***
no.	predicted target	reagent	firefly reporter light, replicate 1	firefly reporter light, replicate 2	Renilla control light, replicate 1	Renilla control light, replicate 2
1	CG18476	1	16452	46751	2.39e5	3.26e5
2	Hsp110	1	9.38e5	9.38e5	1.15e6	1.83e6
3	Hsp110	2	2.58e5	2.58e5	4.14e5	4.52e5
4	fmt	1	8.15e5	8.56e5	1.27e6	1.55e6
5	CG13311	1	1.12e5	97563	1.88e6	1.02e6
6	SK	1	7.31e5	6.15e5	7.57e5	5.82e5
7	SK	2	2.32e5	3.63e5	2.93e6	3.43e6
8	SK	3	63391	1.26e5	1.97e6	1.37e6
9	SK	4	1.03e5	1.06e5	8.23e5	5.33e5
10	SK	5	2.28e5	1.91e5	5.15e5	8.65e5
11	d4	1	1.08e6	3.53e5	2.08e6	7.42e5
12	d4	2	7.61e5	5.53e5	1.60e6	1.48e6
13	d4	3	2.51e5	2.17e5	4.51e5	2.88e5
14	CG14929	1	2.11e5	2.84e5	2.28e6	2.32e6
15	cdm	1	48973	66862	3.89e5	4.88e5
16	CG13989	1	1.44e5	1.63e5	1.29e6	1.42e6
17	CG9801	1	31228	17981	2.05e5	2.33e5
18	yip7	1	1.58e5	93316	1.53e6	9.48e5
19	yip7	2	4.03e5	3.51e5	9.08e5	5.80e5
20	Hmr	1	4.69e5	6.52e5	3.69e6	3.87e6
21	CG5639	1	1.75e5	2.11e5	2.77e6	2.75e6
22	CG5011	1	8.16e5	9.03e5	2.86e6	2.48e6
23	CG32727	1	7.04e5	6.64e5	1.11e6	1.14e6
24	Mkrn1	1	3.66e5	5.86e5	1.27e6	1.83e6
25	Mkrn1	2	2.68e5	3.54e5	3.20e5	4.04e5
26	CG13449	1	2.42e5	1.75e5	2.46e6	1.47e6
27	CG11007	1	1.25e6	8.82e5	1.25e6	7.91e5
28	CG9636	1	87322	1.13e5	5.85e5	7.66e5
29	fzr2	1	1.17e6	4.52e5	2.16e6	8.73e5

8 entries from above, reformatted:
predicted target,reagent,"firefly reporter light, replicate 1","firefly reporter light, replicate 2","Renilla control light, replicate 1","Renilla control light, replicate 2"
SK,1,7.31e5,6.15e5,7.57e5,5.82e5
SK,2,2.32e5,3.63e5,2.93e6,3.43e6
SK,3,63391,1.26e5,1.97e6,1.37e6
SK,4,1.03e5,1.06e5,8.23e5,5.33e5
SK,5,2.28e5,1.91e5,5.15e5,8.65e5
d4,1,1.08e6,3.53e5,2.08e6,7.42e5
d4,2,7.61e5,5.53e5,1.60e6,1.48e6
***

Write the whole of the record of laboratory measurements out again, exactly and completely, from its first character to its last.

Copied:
no.	predicted target	reagent	firefly reporter light, replicate 1	firefly reporter light, replicate 2	Renilla control light, replicate 1	Renilla control light, replicate 2
1	CG18476	1	16452	46751	2.39e5	3.26e5
2	Hsp110	1	9.38e5	9.38e5	1.15e6	1.83e6
3	Hsp110	2	2.58e5	2.58e5	4.14e5	4.52e5
4	fmt	1	8.15e5	8.56e5	1.27e6	1.55e6
5	CG13311	1	1.12e5	97563	1.88e6	1.02e6
6	SK	1	7.31e5	6.15e5	7.57e5	5.82e5
7	SK	2	2.32e5	3.63e5	2.93e6	3.43e6
8	SK	3	63391	1.26e5	1.97e6	1.37e6
9	SK	4	1.03e5	1.06e5	8.23e5	5.33e5
10	SK	5	2.28e5	1.91e5	5.15e5	8.65e5
11	d4	1	1.08e6	3.53e5	2.08e6	7.42e5
12	d4	2	7.61e5	5.53e5	1.60e6	1.48e6
13	d4	3	2.51e5	2.17e5	4.51e5	2.88e5
14	CG14929	1	2.11e5	2.84e5	2.28e6	2.32e6
15	cdm	1	48973	66862	3.89e5	4.88e5
16	CG13989	1	1.44e5	1.63e5	1.29e6	1.42e6
17	CG9801	1	31228	17981	2.05e5	2.33e5
18	yip7	1	1.58e5	93316	1.53e6	9.48e5
19	yip7	2	4.03e5	3.51e5	9.08e5	5.80e5
20	Hmr	1	4.69e5	6.52e5	3.69e6	3.87e6
21	CG5639	1	1.75e5	2.11e5	2.77e6	2.75e6
22	CG5011	1	8.16e5	9.03e5	2.86e6	2.48e6
23	CG32727	1	7.04e5	6.64e5	1.11e6	1.14e6
24	Mkrn1	1	3.66e5	5.86e5	1.27e6	1.83e6
25	Mkrn1	2	2.68e5	3.54e5	3.20e5	4.04e5
26	CG13449	1	2.42e5	1.75e5	2.46e6	1.47e6
27	CG11007	1	1.25e6	8.82e5	1.25e6	7.91e5
28	CG9636	1	87322	1.13e5	5.85e5	7.66e5
29	fzr2	1	1.17e6	4.52e5	2.16e6	8.73e5

8 entries from above, reformatted:
predicted target,reagent,"firefly reporter light, replicate 1","firefly reporter light, replicate 2","Renilla control light, replicate 1","Renilla control light, replicate 2"
SK,1,7.31e5,6.15e5,7.57e5,5.82e5
SK,2,2.32e5,3.63e5,2.93e6,3.43e6
SK,3,63391,1.26e5,1.97e6,1.37e6
SK,4,1.03e5,1.06e5,8.23e5,5.33e5
SK,5,2.28e5,1.91e5,5.15e5,8.65e5
d4,1,1.08e6,3.53e5,2.08e6,7.42e5
d4,2,7.61e5,5.53e5,1.60e6,1.48e6